Maine’s utilities regulator agreed to fine Central Maine Power Co. $500,000, the top amount allowable, for issuing winter disconnection notices to customers without its prior approval.
The two commissioners present at Thursday’s Maine Public Utilities Commission deliberation agreed on the fine, which was recommended by its staff in July.
Commissioner R. Bruce Williamson and Chairman Phil Bartlett also agreed that the money would be distributed to customers of CMP’s electricity lifeline program in 2019-2020 as a bill credit. They said the program serves a vulnerable population that may be at risk of disconnection.
CMP has admitted to violating the commission’s rules.
“We have since reviewed and rewritten all disconnection notices to be transparent to customers and compliant with the [commission] rules,” said CMP spokesperson Catharine Hartnett. “We will … continue to work diligently so that all customers are treated properly and with respect.”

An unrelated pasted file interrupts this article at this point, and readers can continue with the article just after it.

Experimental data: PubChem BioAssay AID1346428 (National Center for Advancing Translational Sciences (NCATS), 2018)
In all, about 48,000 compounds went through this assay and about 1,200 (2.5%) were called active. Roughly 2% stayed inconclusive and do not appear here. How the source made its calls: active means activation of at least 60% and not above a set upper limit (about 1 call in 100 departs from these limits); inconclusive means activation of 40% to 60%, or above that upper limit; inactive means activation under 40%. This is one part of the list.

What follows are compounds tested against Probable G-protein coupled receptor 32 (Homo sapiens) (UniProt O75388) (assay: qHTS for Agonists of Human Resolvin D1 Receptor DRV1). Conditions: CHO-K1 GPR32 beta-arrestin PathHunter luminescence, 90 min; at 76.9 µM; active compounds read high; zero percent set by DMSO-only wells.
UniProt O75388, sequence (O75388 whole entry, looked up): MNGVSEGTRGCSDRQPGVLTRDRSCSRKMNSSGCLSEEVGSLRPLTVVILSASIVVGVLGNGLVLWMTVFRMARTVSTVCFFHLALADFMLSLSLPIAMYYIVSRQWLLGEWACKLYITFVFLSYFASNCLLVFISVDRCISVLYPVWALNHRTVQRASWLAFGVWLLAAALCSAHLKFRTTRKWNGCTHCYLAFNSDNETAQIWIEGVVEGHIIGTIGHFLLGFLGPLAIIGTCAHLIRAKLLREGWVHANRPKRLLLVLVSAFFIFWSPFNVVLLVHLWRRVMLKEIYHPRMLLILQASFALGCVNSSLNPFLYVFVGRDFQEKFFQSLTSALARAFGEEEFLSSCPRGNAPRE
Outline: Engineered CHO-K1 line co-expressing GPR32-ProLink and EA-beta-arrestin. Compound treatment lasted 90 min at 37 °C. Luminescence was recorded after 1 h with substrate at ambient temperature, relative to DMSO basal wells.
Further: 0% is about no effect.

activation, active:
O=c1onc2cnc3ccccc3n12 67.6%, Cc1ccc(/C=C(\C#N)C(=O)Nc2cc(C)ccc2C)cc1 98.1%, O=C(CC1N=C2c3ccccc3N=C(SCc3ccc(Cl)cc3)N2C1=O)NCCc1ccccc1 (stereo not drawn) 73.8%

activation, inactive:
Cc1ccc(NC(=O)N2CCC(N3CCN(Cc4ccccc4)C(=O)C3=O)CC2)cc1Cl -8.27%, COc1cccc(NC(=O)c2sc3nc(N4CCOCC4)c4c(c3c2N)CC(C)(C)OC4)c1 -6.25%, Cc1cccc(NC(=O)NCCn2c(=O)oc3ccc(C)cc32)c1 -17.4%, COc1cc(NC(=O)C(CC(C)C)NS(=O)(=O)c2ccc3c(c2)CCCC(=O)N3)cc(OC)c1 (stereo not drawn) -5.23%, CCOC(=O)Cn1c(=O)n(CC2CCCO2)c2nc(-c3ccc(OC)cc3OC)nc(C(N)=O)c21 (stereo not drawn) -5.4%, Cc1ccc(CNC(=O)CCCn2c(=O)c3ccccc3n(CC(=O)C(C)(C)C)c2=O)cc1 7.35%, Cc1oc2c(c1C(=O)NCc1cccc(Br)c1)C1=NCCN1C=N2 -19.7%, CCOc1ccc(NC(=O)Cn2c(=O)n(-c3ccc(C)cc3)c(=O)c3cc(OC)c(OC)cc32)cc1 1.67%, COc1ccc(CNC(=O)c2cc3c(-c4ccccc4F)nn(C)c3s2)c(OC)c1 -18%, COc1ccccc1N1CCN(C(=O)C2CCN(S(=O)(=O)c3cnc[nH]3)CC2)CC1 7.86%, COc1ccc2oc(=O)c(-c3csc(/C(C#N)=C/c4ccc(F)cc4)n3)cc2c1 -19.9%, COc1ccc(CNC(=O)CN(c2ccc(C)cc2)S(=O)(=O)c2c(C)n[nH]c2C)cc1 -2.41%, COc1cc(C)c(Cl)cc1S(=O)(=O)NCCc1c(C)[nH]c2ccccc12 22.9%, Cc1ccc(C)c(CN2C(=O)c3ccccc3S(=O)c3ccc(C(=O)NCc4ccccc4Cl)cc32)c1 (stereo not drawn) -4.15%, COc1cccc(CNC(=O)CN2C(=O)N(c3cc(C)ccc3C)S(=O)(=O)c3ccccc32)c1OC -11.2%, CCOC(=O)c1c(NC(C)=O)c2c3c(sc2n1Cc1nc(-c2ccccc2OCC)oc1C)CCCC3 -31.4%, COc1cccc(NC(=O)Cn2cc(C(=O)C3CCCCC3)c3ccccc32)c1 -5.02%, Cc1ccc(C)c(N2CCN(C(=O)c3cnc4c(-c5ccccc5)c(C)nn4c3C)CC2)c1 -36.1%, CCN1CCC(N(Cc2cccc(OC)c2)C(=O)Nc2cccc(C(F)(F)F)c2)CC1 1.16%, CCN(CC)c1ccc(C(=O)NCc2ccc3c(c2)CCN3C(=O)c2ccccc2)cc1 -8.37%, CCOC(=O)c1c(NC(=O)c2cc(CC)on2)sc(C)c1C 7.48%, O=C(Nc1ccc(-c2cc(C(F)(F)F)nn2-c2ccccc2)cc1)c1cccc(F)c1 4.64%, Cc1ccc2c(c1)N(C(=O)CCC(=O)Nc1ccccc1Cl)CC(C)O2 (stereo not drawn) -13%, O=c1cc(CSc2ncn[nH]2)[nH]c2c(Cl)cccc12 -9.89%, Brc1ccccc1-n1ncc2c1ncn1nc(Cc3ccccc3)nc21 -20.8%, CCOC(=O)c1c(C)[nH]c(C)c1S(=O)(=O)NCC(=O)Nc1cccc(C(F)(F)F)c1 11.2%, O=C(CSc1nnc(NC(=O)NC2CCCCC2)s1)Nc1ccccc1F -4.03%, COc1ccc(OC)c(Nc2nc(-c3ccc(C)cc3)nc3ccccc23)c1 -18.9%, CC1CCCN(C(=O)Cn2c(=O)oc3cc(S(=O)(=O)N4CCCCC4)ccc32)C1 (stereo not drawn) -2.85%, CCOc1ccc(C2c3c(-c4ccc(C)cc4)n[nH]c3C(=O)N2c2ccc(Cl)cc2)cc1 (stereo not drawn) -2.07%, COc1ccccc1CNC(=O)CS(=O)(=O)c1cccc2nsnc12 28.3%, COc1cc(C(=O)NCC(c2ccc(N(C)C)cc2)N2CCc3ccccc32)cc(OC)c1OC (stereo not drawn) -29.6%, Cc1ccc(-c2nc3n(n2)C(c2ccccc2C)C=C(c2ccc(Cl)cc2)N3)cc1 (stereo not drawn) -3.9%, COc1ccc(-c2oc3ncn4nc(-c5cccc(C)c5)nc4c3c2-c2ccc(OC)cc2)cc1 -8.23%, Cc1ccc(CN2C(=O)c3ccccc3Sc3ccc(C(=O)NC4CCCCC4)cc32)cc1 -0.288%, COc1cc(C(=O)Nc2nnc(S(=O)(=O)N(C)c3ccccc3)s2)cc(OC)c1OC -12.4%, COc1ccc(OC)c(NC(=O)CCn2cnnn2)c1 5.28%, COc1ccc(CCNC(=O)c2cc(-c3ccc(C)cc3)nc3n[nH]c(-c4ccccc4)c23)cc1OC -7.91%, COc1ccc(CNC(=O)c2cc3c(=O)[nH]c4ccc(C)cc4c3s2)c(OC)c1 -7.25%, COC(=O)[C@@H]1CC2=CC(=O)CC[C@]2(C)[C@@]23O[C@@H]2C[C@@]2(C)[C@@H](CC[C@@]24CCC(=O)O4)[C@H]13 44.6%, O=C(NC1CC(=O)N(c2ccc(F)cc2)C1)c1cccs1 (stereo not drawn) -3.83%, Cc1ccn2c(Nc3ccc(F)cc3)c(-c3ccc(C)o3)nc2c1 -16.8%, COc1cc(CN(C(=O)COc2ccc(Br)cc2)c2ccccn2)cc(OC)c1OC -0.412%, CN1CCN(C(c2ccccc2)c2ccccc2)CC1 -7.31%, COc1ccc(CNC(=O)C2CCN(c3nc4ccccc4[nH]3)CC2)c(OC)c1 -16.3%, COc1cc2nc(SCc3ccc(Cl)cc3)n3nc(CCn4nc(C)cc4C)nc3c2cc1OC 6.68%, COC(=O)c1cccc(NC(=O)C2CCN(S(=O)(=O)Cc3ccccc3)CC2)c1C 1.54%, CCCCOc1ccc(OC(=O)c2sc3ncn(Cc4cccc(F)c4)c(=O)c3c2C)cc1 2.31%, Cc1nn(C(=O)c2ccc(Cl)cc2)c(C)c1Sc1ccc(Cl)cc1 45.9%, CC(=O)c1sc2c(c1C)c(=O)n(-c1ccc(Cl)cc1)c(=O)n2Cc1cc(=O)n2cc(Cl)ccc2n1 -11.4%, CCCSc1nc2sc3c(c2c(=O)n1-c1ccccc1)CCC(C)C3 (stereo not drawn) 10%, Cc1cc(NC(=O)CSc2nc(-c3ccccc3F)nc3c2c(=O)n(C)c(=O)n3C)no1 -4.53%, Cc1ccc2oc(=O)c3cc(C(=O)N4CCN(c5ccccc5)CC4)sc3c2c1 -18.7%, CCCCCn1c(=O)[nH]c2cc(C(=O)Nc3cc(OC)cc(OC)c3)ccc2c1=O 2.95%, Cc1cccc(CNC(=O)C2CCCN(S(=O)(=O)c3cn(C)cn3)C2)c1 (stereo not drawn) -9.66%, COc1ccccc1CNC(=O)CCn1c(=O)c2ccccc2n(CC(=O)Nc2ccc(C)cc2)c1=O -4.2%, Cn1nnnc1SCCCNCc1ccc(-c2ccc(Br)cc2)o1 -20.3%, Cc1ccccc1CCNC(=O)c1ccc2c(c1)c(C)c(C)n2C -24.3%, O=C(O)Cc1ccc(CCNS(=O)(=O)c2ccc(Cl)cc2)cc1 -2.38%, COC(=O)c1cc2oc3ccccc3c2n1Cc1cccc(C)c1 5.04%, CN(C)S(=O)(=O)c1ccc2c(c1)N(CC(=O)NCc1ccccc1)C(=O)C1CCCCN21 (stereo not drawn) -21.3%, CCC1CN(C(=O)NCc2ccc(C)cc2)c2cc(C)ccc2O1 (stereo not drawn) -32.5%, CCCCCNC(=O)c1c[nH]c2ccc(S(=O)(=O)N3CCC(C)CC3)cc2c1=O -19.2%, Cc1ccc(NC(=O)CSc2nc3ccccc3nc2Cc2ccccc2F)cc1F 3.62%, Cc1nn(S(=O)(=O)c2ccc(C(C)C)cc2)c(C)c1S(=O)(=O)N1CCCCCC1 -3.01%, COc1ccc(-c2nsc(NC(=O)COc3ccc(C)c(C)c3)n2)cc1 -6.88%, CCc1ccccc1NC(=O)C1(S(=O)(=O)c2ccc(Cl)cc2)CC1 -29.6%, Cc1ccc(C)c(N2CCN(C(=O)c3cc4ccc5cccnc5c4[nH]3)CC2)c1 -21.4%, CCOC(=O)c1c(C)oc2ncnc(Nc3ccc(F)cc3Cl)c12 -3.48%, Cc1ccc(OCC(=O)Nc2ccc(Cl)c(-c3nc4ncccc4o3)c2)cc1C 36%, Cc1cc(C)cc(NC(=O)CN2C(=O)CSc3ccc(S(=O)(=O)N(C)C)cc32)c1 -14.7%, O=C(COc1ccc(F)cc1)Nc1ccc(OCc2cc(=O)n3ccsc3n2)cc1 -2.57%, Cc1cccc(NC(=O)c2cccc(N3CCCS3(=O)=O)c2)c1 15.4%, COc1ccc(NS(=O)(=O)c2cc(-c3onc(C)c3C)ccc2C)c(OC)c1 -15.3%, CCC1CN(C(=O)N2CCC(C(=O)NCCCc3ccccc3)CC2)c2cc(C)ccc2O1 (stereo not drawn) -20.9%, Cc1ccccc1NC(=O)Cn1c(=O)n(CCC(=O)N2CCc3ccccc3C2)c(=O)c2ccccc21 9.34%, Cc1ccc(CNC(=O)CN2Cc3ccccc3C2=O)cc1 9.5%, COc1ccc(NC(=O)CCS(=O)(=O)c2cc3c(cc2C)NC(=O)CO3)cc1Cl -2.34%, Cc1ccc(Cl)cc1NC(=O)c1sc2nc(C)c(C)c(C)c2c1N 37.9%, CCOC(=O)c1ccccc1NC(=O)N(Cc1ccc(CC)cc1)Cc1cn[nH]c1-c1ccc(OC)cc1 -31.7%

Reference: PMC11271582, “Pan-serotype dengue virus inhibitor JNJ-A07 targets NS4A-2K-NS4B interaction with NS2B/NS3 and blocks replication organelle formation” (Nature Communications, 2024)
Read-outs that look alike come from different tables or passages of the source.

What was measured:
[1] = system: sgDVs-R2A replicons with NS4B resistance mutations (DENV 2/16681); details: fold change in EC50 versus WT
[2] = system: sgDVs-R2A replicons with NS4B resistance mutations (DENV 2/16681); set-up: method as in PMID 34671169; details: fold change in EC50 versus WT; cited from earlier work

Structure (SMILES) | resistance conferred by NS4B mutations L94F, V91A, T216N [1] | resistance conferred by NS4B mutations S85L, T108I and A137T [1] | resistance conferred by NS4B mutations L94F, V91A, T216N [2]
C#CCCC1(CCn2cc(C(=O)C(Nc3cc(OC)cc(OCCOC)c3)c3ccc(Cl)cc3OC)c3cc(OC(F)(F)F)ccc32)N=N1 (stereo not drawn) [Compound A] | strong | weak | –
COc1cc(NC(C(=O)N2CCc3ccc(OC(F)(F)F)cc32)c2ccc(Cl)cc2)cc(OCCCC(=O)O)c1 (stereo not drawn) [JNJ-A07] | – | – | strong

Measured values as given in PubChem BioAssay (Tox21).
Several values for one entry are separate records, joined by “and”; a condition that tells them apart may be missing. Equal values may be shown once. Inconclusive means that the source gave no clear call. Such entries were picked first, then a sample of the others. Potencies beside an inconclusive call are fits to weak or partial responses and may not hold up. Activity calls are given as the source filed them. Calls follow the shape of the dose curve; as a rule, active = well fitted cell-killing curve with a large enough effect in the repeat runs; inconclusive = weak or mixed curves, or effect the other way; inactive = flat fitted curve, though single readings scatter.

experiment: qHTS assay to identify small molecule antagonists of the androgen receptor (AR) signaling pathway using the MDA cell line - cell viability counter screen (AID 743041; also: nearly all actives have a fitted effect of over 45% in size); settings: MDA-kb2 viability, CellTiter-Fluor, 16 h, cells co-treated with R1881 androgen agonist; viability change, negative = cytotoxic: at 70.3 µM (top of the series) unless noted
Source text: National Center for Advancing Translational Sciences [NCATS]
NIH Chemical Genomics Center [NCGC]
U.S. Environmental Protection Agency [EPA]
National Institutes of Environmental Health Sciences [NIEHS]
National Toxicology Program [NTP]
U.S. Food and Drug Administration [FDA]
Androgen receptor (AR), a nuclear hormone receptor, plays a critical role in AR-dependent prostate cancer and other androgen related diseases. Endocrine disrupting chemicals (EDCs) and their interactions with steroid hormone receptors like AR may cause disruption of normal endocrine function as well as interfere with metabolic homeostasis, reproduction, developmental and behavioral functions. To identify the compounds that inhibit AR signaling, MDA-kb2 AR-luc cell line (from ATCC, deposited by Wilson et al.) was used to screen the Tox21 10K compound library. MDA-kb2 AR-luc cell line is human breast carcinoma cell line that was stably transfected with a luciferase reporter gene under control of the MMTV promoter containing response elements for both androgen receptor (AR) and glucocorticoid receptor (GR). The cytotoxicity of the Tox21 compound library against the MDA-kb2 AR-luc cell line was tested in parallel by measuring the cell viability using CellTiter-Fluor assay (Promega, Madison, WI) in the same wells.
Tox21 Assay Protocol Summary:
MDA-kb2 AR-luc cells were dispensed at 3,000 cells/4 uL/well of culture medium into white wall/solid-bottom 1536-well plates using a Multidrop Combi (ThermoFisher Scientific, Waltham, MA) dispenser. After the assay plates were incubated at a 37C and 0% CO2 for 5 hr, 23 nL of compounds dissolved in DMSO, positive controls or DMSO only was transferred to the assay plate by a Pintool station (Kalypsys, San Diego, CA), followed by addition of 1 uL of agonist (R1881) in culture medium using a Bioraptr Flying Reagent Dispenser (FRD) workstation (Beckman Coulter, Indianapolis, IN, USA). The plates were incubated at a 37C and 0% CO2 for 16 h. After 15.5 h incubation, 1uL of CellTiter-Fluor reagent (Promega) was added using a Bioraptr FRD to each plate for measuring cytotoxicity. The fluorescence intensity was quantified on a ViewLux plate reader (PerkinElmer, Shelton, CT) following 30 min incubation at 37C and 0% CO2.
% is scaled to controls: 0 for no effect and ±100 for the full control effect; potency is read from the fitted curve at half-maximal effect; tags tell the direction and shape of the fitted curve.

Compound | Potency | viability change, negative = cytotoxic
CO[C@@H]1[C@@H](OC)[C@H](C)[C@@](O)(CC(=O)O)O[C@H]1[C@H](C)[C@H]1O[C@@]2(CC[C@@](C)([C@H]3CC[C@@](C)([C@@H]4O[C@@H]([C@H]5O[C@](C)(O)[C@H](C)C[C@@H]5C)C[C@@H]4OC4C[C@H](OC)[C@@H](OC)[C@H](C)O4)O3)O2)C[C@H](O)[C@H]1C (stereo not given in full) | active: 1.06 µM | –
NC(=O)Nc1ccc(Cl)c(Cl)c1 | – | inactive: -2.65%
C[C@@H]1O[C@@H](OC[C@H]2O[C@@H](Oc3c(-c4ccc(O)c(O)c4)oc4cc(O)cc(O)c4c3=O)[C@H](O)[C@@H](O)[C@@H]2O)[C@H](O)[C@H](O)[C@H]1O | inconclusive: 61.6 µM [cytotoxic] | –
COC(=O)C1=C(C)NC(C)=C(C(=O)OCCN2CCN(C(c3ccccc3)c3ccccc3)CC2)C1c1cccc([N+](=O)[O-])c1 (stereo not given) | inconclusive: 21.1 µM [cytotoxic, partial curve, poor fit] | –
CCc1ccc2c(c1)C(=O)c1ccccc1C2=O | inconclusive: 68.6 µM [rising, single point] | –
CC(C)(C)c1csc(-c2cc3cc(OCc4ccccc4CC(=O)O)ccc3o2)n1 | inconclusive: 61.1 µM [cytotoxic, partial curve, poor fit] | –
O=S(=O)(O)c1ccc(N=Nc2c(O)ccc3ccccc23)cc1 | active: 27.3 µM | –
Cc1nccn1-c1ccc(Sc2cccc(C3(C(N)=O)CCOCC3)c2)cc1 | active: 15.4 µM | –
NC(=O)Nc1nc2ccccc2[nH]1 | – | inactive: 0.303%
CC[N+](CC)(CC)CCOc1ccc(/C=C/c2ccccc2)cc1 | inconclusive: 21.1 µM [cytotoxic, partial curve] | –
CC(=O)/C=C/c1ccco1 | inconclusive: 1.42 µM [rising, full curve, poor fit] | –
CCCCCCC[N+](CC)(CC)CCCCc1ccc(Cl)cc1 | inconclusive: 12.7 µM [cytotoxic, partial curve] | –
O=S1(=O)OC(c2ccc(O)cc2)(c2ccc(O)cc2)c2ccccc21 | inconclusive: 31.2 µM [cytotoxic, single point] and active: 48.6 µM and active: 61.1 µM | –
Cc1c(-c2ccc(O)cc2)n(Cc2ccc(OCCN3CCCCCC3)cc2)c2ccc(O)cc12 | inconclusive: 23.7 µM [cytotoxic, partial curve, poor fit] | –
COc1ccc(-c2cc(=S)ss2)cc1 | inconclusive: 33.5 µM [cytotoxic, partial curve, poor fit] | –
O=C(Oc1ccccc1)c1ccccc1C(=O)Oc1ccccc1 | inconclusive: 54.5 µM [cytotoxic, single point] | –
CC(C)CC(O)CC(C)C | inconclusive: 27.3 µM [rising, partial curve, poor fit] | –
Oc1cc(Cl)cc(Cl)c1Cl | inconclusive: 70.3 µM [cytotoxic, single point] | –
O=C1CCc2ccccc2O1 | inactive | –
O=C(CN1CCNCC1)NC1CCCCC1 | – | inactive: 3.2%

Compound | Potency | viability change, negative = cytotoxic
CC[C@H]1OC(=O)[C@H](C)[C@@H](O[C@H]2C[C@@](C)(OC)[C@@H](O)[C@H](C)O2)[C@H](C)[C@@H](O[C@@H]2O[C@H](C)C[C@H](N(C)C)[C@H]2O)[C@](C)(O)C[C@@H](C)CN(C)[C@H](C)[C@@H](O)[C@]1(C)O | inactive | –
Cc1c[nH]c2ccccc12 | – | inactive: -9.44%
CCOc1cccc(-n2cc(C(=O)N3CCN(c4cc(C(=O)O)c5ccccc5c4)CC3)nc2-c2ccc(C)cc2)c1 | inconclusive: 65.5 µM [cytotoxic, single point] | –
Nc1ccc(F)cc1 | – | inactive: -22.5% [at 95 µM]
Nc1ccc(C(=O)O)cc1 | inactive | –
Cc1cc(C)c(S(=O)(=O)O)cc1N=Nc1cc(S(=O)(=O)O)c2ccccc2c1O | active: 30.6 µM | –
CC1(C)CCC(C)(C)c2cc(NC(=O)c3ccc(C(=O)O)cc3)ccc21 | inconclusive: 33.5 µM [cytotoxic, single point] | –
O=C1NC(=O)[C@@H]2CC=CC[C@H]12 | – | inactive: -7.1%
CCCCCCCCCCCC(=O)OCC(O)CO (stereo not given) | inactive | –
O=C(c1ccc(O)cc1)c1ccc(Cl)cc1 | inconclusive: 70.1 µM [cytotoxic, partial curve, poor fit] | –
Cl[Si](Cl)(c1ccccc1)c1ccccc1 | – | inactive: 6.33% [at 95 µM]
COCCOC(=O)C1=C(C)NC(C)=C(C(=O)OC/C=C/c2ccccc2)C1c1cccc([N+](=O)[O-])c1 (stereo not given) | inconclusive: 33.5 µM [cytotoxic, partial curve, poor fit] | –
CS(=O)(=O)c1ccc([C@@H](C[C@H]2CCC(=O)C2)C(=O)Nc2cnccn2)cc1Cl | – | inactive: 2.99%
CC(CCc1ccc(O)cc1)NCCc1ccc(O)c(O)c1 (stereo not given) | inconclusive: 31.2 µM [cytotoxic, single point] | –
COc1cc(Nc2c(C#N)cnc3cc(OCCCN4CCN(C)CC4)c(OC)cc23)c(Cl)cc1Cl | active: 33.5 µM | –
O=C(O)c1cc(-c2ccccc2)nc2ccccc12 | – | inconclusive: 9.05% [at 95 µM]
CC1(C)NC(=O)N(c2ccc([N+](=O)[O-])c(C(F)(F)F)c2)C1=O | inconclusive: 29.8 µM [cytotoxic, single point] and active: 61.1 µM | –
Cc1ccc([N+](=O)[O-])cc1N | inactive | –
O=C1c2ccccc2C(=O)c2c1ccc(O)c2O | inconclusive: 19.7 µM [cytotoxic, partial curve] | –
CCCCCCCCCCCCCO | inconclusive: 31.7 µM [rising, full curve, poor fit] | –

The commission in January started investigating the wording on CMP’s disconnection notice after several customers complained that the warnings said CMP could cut off power without first getting the necessary permission from the commission during the winter season from Nov. 15 to April 15.
“I do want to emphasize that CMP may not issue notices with such problematic language in the future,” Bartlett said. “Any such conduct would be viewed as a new series of violations.”